Three Tips for Buying French Wine


Choosing a wine from a menu or the shelves of your local wine shop can be daunting. Despite wanting to try something new, you might find yourself consistently reaching for the same bottle you know for fear of making the wrong choice. However, a whole wine world is ready to be explored. Why not start with a classic: French wine?

Frédéric Barnier, Head Winemaker of Maison Louis Jadot in Burgundy, France, offers easy tips to help you discover great wines from France.

Unscramble French Labels


French wine standards are very strict and dictated by law. Wine labels feature a lot of information with words you may not recognize. Here are seven basics to look for on the label:

1. Vintage- year the grapes were harvested (front top label)

2. Producer or Brand (front label)

3. Appellation title or “sub-region” (front label)

4. Region and style (front label)

5. “Bottled at the estate” or location of bottling (front label)

6. Alcohol content (back label)

7. Winery location (front and back label)

Embrace a Region

Unlike American wine labels, French wines do not clearly spell out the varietal. However, there is no magic trick there; you just need to learn some of the basics of which varietals are grown where in France.

Wines from Burgundy for instance will bring you delicious, elegant, aromatic Pinot Noir and Chardonnay. From this eastern part of France, and more specifically from the Beaujolais region, comes another varietal you may not be familiar with known as Gamay. A wine to try is the Louis Jadot Beaujolais-Villages, which is 100 percent Gamay, and actually the number one French wine in the U.S. It is crisp, fruit-forward and juicy, with expressive aromas and flavors of ripe red berries, such as raspberry and cherry, with notes of black pepper.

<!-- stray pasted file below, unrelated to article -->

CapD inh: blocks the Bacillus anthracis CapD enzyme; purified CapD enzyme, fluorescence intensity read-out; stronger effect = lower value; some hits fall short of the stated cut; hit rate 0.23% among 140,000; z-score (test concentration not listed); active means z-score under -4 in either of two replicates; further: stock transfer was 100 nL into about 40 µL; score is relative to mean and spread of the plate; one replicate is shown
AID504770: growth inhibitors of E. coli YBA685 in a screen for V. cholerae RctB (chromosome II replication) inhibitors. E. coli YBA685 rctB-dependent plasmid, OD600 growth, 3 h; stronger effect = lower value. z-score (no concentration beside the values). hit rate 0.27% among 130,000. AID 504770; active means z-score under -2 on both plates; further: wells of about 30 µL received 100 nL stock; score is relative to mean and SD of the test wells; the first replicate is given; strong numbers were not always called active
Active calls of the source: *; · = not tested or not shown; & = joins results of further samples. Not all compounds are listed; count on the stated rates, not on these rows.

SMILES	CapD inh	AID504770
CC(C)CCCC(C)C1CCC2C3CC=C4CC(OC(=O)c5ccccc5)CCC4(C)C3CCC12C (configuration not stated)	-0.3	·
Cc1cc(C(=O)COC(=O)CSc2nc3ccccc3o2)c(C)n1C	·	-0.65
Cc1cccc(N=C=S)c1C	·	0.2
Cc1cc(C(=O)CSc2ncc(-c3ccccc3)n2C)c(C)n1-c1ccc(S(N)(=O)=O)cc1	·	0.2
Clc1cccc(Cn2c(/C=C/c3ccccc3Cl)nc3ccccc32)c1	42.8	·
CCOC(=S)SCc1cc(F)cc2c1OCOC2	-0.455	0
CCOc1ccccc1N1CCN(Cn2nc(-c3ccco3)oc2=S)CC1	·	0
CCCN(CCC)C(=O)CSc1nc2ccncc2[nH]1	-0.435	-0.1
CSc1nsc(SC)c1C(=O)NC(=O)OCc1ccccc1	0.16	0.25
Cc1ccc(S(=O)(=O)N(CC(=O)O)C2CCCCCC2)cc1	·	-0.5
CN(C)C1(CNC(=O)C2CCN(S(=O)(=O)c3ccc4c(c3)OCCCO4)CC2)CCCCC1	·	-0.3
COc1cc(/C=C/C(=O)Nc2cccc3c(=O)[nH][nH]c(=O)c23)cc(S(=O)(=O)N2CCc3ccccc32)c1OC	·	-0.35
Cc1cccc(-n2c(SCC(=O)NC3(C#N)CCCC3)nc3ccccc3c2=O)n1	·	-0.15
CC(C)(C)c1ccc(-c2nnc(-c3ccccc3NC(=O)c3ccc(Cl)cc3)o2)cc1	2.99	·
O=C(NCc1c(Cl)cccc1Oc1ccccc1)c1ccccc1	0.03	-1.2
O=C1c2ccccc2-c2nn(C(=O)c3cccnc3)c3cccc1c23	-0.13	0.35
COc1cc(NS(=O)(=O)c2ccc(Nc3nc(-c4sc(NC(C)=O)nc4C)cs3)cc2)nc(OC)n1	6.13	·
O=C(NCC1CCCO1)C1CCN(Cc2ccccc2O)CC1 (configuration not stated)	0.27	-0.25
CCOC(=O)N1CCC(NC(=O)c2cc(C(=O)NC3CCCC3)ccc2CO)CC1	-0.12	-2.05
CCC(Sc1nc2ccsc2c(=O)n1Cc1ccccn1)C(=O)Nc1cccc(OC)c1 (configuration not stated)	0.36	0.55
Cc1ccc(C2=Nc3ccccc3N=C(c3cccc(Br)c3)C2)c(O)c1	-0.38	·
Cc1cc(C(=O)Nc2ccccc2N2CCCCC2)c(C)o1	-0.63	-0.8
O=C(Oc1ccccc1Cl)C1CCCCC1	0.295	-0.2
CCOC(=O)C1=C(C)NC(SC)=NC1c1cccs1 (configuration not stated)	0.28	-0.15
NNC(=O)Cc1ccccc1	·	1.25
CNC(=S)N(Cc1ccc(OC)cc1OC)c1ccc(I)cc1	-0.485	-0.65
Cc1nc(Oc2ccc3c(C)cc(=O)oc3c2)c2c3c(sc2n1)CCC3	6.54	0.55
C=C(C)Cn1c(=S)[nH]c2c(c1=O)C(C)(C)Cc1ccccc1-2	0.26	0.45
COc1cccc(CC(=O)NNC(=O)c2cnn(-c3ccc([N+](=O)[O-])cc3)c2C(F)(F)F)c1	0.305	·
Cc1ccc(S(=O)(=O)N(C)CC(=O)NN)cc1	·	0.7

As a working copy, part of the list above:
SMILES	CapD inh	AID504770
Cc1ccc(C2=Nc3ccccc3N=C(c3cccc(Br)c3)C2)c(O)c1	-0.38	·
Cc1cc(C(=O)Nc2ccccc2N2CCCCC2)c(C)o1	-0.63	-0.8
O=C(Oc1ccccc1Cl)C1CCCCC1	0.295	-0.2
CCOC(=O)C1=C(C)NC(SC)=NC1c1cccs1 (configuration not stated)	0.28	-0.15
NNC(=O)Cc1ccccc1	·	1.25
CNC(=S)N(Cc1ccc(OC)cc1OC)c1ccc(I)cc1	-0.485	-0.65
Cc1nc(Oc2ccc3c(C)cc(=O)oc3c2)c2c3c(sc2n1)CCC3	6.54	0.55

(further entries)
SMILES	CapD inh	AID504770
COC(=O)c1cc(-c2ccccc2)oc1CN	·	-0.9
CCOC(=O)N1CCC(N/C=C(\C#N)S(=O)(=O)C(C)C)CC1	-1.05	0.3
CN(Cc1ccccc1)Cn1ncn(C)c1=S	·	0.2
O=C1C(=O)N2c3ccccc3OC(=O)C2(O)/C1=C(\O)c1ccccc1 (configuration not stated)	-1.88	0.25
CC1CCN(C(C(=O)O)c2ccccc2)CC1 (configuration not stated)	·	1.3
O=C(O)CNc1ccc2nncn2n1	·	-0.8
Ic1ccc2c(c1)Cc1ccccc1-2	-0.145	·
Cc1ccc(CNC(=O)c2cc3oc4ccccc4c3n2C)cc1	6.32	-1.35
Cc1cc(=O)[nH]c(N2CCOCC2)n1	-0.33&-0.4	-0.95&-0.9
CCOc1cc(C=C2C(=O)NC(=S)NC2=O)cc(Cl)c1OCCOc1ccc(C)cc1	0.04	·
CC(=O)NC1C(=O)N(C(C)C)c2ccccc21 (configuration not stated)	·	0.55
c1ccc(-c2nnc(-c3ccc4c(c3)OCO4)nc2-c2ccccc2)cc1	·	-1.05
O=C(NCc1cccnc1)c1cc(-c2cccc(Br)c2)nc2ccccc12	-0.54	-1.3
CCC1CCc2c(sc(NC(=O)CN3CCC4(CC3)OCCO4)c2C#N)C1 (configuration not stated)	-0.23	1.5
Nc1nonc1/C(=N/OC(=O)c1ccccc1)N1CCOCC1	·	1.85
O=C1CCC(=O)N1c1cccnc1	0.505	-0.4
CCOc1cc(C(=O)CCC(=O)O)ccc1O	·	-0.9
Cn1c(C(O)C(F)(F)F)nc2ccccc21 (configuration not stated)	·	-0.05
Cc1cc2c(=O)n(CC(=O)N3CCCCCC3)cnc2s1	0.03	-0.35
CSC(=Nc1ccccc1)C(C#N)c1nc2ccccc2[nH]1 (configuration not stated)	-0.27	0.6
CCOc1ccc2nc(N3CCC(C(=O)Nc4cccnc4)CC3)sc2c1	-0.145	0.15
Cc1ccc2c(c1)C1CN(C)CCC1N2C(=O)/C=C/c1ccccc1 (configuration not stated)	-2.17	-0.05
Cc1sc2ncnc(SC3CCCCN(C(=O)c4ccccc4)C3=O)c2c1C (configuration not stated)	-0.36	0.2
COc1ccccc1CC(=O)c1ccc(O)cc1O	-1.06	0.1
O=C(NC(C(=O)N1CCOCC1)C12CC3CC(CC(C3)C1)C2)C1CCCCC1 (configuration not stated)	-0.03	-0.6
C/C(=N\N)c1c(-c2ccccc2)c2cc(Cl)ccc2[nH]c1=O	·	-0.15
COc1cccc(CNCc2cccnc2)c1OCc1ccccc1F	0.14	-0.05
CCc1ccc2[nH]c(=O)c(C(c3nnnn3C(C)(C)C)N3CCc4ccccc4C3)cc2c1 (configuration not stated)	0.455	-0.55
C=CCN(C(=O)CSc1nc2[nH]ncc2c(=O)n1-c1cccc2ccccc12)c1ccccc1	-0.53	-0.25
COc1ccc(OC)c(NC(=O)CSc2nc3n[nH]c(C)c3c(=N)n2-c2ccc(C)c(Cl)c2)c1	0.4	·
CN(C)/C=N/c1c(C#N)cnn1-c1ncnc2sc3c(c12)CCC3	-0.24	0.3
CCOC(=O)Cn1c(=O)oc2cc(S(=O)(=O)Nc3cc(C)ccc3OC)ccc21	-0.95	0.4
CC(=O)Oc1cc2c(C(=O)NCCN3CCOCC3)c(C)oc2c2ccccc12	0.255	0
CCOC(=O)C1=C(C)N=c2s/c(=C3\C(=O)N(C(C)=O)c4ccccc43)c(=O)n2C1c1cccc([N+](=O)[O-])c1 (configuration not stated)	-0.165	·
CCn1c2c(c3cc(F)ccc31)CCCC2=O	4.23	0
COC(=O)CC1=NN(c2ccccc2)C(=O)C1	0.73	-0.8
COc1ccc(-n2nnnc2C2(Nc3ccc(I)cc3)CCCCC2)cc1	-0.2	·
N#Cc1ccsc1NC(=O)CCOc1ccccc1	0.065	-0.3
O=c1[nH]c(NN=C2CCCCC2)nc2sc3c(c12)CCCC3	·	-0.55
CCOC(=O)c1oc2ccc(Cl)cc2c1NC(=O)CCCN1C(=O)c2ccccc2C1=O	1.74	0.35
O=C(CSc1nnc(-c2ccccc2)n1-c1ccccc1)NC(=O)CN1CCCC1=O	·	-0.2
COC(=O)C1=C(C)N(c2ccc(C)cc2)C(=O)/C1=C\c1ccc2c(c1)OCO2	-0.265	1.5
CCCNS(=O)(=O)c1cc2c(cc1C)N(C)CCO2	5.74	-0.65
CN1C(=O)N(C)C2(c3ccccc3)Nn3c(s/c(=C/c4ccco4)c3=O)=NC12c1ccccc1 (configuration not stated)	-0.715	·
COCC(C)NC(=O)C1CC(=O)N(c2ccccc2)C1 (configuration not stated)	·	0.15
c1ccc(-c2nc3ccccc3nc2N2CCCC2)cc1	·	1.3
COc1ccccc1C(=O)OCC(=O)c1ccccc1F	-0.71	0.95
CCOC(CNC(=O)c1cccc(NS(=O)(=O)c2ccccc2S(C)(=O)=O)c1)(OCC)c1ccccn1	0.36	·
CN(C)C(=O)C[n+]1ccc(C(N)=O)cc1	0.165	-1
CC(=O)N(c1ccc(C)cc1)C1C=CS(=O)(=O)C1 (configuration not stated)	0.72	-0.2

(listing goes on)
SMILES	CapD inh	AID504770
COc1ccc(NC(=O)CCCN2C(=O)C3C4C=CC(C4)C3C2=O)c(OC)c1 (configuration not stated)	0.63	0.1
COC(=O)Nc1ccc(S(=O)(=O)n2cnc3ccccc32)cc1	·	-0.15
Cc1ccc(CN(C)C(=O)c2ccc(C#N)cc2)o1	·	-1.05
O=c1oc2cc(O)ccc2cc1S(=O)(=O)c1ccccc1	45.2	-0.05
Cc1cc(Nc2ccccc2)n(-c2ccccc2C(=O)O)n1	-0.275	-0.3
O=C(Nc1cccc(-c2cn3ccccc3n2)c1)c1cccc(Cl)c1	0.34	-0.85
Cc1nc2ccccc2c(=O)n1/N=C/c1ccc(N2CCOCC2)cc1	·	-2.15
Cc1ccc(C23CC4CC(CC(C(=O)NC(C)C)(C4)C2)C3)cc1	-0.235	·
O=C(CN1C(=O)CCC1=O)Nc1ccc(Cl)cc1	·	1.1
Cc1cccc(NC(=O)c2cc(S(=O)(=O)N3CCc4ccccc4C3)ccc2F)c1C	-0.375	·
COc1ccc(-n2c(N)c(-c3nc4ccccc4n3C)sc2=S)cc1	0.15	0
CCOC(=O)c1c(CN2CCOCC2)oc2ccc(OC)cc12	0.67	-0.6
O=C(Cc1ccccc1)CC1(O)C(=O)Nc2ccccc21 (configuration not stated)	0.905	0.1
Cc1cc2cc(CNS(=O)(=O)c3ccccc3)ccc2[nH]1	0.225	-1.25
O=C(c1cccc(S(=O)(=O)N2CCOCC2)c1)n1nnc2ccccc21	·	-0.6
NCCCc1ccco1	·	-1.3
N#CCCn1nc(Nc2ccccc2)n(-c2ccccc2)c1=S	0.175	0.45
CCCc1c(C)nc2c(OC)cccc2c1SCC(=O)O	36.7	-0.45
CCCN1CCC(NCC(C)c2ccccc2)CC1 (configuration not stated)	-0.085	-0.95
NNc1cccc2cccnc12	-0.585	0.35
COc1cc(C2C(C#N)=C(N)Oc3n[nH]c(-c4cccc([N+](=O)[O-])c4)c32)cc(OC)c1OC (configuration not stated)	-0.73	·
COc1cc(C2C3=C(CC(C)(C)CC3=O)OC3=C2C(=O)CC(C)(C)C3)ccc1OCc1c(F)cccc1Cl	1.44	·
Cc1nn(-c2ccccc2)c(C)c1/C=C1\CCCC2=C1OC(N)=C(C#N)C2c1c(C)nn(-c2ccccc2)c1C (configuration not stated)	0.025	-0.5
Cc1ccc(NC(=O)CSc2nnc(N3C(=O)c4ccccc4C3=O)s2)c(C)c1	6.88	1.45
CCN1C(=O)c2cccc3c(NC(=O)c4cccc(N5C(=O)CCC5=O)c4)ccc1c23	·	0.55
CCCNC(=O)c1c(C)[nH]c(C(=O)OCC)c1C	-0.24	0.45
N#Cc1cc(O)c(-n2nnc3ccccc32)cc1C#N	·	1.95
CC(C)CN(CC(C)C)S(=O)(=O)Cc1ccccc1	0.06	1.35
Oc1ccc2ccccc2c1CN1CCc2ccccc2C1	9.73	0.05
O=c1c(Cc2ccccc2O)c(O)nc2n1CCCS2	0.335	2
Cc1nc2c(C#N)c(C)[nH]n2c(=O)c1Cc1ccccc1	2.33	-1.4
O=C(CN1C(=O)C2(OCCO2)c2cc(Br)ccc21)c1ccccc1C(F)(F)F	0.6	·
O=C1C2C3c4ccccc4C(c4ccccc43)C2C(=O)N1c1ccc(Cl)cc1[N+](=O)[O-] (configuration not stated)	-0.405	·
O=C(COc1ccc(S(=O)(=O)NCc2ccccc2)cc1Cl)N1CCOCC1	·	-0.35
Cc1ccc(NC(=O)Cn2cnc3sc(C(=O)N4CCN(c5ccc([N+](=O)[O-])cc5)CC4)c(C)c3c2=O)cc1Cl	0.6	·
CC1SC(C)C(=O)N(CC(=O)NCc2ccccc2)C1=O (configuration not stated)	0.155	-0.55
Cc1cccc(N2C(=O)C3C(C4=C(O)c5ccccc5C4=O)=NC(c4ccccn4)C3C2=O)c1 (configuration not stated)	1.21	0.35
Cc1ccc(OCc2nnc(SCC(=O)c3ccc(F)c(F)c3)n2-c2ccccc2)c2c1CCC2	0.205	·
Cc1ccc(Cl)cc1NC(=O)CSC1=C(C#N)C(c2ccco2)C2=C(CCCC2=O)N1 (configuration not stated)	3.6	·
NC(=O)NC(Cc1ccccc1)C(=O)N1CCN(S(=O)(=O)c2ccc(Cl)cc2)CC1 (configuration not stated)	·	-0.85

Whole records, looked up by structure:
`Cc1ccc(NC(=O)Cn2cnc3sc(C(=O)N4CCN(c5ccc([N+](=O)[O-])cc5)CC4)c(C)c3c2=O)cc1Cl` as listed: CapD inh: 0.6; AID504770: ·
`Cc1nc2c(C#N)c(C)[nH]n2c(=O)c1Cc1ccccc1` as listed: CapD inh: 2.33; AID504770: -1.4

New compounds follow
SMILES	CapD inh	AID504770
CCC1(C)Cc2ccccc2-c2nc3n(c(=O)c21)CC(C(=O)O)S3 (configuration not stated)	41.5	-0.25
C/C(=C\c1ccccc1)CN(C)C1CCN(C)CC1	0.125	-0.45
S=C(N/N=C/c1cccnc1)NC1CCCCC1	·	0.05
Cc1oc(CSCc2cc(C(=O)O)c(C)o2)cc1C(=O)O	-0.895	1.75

Share and Celebrate

Wine is meant to be shared and enjoyed, so throw a French Wine tasting party with friends. Instruct guests to bring one bottle of French wine. As host, prepare a nice plate of charcuterie and cheese. Fill the evening with interesting French wine region facts to initiate hearty discussions. As a group, review the tasting notes for each featured wine, and find delight in the discovery of new likes and dislikes.

Another way to introduce French wines into your lifestyle is by celebrating with them during special meals and occasions. For a classic, French white wine that pairs well with a variety of dishes, a great choice is the Louis Jadot’s Pouilly-Fuissé, made of 100 percent Chardonnay. The Pouilly Fuissé, which comes from the designated area of Mâconnais, another sub-region of Burgundy, will beautifully complement lighter fare or a holiday menu of ham or lamb.

For more information on French wines, regions and food pairings go to

By tasting and broadening your knowledge of French wine, you will expand your buying horizons and palate. You might even discover new food pairing possibilities. Don’t be afraid to go beyond your preferred wine varietals — the experience will be well worth it.


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